A study of certain school leavers at Mount Pleasant School, Roanoke County, Virginia

TR Number



Journal Title

Journal ISSN

Volume Title


Virginia Polytechnic Institute


At the outset of this investigation its purpose was stated as that of discovering causes contributing to termination of schooling on the part of certain children who had completed the seventh grade at Mount Pleasant School; also, that of observing the results of dropping out of school at that time.

In attempting to carry out such purposes, an intensive study was made of 50 former pupils of the school who, for convenience, were called terminators. These persons were members of a total group of 74 who had stopped formal education at the end of the seventh grade during the years from 1938 to 1947.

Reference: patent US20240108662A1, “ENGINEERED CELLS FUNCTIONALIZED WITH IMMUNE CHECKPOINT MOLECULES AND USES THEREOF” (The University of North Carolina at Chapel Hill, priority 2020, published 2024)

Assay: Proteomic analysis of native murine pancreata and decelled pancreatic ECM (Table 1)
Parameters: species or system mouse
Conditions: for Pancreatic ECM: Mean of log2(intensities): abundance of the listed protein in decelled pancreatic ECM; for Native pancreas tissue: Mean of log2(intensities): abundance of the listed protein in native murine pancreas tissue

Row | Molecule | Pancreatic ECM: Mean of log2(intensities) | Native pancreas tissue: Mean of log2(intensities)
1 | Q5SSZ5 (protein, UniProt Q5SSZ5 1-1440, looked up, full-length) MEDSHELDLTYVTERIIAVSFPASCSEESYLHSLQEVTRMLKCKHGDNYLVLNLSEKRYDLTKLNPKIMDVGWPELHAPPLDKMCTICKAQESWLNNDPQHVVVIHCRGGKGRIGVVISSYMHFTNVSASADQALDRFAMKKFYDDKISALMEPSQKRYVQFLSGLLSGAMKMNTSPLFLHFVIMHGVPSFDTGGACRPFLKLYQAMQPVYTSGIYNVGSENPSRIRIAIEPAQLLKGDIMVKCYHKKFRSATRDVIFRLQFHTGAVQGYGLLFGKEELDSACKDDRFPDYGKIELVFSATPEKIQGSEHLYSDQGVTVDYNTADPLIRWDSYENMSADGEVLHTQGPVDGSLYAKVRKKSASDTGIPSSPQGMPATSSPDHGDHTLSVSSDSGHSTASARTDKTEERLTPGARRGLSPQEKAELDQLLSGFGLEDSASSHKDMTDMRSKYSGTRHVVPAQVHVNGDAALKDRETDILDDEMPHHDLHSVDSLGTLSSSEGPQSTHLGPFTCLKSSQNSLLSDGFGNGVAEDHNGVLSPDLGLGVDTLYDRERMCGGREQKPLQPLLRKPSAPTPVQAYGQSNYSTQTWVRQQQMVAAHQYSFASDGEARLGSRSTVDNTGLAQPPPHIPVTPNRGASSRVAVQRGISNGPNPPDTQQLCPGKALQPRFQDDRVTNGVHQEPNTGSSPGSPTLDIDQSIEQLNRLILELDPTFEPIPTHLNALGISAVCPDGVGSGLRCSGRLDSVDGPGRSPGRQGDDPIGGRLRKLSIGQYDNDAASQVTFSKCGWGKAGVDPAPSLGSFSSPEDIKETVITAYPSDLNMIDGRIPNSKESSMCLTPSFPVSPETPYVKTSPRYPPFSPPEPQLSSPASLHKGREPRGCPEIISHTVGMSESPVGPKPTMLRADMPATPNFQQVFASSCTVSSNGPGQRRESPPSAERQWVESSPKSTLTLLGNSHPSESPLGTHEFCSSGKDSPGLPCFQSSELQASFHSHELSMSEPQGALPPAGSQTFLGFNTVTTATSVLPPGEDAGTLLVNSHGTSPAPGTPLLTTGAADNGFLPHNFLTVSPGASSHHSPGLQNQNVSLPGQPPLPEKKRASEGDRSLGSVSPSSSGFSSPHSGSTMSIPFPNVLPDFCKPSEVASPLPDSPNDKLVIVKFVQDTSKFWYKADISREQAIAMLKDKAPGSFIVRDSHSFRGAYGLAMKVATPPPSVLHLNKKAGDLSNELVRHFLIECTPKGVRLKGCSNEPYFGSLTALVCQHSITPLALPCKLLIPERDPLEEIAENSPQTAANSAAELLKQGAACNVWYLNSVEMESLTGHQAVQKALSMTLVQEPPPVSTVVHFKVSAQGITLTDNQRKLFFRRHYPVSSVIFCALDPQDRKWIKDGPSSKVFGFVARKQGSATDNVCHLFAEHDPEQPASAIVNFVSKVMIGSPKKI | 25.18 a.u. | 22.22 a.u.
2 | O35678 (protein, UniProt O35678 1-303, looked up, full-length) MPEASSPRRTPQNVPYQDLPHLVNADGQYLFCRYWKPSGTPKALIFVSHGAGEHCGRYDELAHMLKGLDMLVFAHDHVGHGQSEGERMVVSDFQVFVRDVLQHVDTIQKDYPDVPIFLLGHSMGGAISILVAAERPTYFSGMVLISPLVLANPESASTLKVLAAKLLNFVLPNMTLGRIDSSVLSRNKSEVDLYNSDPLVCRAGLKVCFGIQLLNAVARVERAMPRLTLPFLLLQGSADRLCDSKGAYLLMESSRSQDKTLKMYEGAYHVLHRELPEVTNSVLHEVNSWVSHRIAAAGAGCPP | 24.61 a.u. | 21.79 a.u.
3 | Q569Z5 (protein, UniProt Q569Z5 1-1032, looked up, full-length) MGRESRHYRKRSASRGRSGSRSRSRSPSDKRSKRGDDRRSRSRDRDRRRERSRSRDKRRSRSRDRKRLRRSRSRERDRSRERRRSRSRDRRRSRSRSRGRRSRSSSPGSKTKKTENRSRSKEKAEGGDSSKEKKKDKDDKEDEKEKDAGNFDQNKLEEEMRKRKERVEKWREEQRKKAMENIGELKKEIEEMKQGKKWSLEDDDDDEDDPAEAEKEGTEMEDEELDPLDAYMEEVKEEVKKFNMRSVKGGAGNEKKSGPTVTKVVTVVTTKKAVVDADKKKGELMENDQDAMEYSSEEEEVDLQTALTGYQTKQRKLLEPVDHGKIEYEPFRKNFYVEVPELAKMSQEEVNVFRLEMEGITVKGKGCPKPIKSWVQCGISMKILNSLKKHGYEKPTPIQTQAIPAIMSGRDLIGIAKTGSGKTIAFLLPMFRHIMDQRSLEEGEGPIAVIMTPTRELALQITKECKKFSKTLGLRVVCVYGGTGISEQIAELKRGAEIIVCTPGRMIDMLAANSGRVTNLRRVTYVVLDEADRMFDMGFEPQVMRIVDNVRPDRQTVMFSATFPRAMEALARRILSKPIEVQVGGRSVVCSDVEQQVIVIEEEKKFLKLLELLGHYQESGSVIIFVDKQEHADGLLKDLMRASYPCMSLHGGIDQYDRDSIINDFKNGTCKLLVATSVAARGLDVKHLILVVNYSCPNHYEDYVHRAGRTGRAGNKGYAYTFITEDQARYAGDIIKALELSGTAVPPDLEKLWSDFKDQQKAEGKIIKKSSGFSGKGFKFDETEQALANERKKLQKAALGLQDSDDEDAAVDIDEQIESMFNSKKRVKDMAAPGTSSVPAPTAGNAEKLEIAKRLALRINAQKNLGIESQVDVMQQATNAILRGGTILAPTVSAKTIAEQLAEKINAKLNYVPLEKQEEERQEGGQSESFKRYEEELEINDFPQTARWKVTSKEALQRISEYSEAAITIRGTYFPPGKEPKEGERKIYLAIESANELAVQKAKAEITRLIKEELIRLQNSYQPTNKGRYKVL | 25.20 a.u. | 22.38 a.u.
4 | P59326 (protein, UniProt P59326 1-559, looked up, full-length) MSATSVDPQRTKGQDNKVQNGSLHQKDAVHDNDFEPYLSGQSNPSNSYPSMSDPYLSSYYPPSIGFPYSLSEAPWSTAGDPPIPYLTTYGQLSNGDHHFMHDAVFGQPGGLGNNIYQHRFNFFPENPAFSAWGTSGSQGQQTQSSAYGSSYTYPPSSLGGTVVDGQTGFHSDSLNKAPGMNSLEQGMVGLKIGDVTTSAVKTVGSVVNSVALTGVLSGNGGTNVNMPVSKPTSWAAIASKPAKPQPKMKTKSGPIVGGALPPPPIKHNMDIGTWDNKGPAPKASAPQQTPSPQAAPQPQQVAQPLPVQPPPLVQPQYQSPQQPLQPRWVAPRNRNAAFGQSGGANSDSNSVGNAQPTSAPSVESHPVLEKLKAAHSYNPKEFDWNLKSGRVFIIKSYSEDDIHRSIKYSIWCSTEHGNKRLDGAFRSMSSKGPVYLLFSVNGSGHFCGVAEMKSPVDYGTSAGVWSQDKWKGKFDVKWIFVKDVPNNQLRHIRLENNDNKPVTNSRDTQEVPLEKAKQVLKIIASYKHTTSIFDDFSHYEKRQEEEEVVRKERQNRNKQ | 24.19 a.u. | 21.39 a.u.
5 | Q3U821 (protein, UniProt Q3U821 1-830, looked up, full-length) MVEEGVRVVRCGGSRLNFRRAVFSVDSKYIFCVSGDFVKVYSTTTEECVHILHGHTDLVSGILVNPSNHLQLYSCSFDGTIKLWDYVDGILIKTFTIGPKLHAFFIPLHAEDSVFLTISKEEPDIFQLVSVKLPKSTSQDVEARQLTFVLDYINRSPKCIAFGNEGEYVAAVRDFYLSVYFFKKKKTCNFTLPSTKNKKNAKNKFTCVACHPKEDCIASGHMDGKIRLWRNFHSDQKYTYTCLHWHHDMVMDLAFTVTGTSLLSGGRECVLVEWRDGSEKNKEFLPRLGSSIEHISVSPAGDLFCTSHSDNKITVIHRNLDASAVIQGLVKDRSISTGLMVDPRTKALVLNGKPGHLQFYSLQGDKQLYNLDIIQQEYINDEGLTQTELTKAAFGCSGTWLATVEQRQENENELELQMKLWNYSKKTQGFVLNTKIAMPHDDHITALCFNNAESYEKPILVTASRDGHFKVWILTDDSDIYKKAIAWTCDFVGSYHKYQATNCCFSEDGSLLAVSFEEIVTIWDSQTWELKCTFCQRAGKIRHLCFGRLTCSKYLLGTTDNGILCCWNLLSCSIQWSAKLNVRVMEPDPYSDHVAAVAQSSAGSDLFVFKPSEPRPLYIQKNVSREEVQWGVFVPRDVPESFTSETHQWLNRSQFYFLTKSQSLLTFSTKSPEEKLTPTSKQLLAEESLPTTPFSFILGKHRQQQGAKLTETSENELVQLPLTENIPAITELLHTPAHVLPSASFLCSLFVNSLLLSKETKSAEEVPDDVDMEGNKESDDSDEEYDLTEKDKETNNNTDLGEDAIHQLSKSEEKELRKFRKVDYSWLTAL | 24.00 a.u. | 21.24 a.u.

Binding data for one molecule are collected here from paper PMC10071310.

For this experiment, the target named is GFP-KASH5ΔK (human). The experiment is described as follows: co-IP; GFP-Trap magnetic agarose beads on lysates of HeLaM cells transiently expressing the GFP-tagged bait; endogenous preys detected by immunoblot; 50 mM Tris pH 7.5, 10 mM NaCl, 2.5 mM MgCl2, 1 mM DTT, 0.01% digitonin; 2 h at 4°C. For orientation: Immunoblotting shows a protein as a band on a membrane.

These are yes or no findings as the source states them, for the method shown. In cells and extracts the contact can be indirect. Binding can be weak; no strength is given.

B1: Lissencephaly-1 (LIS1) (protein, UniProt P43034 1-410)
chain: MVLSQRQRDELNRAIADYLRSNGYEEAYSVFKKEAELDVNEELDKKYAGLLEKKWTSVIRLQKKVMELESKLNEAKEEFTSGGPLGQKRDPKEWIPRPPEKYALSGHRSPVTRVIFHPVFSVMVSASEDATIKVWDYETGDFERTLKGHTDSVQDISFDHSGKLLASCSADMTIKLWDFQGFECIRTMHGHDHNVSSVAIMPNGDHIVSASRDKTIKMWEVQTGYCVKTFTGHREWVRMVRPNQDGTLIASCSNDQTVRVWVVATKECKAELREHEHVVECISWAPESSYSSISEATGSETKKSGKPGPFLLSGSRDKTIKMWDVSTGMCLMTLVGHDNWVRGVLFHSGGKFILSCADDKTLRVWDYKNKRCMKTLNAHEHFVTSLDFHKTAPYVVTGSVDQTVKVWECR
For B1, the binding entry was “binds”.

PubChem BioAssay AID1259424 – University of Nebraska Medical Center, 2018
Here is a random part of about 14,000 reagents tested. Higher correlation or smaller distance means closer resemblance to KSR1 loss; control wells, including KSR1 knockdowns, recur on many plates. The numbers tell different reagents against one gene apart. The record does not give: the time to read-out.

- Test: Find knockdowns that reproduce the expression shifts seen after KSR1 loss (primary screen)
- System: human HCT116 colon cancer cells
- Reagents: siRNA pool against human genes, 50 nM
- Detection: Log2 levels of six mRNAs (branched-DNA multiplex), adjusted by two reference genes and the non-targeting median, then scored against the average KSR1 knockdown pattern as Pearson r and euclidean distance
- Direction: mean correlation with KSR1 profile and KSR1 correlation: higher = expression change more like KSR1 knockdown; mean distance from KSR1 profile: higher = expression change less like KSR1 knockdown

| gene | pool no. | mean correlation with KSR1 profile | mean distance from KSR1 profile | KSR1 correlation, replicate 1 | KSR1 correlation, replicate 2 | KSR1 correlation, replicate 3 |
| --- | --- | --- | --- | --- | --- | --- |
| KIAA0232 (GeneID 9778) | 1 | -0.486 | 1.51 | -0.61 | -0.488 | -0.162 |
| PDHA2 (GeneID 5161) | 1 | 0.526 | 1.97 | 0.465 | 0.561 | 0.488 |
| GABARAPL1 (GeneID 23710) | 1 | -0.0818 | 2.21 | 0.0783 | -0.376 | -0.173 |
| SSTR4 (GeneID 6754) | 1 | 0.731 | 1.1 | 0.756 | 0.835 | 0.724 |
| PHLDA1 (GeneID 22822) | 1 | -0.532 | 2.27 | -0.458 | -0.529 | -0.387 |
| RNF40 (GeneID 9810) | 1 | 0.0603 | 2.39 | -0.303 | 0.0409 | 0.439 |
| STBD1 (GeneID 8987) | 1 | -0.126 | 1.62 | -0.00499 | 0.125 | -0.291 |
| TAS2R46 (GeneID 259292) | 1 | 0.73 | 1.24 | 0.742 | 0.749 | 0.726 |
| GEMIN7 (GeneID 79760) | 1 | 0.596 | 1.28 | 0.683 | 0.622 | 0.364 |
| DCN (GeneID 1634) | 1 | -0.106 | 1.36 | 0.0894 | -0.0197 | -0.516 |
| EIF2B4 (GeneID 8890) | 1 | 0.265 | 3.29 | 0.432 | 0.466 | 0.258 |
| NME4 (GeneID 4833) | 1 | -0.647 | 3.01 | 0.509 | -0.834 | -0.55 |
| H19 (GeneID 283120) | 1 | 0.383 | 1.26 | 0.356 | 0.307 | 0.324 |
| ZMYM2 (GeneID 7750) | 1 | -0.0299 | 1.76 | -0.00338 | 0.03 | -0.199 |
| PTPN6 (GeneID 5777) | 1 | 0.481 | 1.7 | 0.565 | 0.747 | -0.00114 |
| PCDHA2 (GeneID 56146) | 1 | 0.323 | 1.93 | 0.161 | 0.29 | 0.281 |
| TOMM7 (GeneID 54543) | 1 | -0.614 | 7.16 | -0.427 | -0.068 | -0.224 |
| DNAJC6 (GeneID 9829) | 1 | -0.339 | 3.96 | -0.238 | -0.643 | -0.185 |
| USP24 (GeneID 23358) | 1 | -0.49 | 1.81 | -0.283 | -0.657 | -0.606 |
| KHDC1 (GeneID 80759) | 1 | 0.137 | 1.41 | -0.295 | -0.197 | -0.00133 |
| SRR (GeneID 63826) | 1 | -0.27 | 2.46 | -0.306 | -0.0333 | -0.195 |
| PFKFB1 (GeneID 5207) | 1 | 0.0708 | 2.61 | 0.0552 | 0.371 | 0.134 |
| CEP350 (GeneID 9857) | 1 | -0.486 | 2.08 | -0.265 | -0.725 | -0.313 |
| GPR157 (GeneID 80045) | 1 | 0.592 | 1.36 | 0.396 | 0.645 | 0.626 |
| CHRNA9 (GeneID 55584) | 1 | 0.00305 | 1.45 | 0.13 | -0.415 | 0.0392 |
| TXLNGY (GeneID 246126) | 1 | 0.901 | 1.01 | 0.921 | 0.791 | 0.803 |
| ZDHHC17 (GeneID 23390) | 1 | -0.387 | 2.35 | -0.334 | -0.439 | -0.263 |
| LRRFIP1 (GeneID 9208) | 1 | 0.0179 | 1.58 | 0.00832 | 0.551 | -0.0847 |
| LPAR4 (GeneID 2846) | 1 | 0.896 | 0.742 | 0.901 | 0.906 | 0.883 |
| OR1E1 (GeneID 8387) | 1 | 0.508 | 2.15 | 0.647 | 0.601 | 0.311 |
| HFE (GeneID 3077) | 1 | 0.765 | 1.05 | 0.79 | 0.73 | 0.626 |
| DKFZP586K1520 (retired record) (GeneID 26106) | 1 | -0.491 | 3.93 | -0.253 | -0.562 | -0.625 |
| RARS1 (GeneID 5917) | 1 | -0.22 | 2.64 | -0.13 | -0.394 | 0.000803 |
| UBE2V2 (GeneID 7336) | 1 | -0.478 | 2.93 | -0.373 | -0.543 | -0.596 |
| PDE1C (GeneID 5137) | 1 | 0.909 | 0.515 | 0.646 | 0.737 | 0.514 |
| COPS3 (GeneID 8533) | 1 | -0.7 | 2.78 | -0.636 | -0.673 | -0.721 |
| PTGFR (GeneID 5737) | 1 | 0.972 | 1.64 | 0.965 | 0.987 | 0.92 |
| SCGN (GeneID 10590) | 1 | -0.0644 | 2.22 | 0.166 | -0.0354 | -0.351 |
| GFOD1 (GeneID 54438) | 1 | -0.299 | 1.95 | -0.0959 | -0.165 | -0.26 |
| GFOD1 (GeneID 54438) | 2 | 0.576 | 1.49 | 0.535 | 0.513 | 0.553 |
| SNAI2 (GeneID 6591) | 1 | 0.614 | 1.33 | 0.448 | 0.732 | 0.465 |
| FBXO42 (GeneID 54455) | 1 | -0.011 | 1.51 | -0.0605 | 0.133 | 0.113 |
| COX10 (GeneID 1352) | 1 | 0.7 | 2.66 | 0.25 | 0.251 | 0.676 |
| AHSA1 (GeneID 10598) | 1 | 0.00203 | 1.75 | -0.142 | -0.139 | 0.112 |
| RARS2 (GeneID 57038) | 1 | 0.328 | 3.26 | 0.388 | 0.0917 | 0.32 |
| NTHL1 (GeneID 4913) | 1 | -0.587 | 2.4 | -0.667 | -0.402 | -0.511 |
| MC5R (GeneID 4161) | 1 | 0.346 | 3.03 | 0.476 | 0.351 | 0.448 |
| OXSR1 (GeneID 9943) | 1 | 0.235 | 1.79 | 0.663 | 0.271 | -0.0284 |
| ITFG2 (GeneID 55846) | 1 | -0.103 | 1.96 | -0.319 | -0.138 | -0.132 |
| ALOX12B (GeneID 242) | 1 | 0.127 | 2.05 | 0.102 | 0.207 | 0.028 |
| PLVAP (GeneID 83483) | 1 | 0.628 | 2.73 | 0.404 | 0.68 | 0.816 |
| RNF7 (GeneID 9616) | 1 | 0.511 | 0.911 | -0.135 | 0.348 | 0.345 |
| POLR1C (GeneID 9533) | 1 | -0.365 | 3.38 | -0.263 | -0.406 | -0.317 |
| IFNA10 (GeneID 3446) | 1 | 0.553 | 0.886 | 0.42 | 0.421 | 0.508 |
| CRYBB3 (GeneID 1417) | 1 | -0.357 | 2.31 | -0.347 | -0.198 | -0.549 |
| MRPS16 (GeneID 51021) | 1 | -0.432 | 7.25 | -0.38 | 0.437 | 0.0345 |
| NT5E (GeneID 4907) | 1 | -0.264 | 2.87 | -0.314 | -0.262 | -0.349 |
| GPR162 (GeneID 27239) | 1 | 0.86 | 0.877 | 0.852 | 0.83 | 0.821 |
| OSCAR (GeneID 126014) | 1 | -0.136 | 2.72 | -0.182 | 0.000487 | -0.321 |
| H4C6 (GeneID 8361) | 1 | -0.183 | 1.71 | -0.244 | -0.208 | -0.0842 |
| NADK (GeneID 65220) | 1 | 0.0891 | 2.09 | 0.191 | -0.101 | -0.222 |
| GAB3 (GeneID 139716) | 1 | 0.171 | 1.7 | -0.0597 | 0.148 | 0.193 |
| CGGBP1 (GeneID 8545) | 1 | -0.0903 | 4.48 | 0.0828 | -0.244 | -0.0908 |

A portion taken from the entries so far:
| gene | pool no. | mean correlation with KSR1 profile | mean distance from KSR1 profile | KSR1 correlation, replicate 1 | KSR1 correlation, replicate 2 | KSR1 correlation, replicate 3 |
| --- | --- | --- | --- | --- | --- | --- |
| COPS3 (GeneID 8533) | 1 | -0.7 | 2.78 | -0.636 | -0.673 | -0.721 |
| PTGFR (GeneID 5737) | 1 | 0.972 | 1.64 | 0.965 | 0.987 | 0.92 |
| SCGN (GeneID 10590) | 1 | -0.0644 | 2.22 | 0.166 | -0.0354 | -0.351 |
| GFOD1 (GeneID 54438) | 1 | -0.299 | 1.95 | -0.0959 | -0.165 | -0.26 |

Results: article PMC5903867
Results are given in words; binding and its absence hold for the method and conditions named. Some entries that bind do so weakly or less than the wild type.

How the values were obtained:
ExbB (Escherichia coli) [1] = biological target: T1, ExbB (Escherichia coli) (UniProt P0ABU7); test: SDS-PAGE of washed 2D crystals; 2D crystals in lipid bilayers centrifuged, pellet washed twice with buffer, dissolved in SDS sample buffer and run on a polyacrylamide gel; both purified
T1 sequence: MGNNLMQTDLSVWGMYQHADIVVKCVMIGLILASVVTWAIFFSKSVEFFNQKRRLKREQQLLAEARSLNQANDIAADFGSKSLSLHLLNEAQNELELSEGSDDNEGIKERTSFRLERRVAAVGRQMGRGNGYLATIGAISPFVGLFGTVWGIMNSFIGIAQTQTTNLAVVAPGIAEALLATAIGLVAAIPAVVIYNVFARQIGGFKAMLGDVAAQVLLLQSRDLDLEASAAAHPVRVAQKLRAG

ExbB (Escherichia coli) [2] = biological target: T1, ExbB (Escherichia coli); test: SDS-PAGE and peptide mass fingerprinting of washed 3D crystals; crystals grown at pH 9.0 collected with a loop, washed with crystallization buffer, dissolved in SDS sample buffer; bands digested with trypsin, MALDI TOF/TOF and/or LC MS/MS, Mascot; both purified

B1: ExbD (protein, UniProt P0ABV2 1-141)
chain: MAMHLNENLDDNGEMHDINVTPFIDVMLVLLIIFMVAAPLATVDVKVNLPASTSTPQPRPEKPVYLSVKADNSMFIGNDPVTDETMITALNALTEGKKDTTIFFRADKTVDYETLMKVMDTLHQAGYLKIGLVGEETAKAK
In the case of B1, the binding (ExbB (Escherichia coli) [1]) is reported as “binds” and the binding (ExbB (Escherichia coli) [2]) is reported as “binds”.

One consequence of the investigation was a composite picture of the group which was presented in the preceding chapter. Another result of this endeavor was the list of causes for termination which appear in Chapter IV. Prominent among these were (1) economic drives, (2) shifting of interest from school to vocational pursuits, (3) incapacity for the kind of work the school was offering, and (4) indifference to school on the part of parents. The relative dominance of each of these causes, as it appeared in the study, is indicated by the order just given. As the work progressed the impression grew that some of the children might have overcome the other negative factors in the situations if they had been able, somehow, to cope with their economic disabilities; this, despite their somewhat low intelligence as indicated by test results. If it be further assumed that the subjects not only could but should have profited by enrolling in high school then it seems inescapable to conclude that their failure to go on was a double misfortune both to the terminators and to society, caused by forces over which they had little or no control.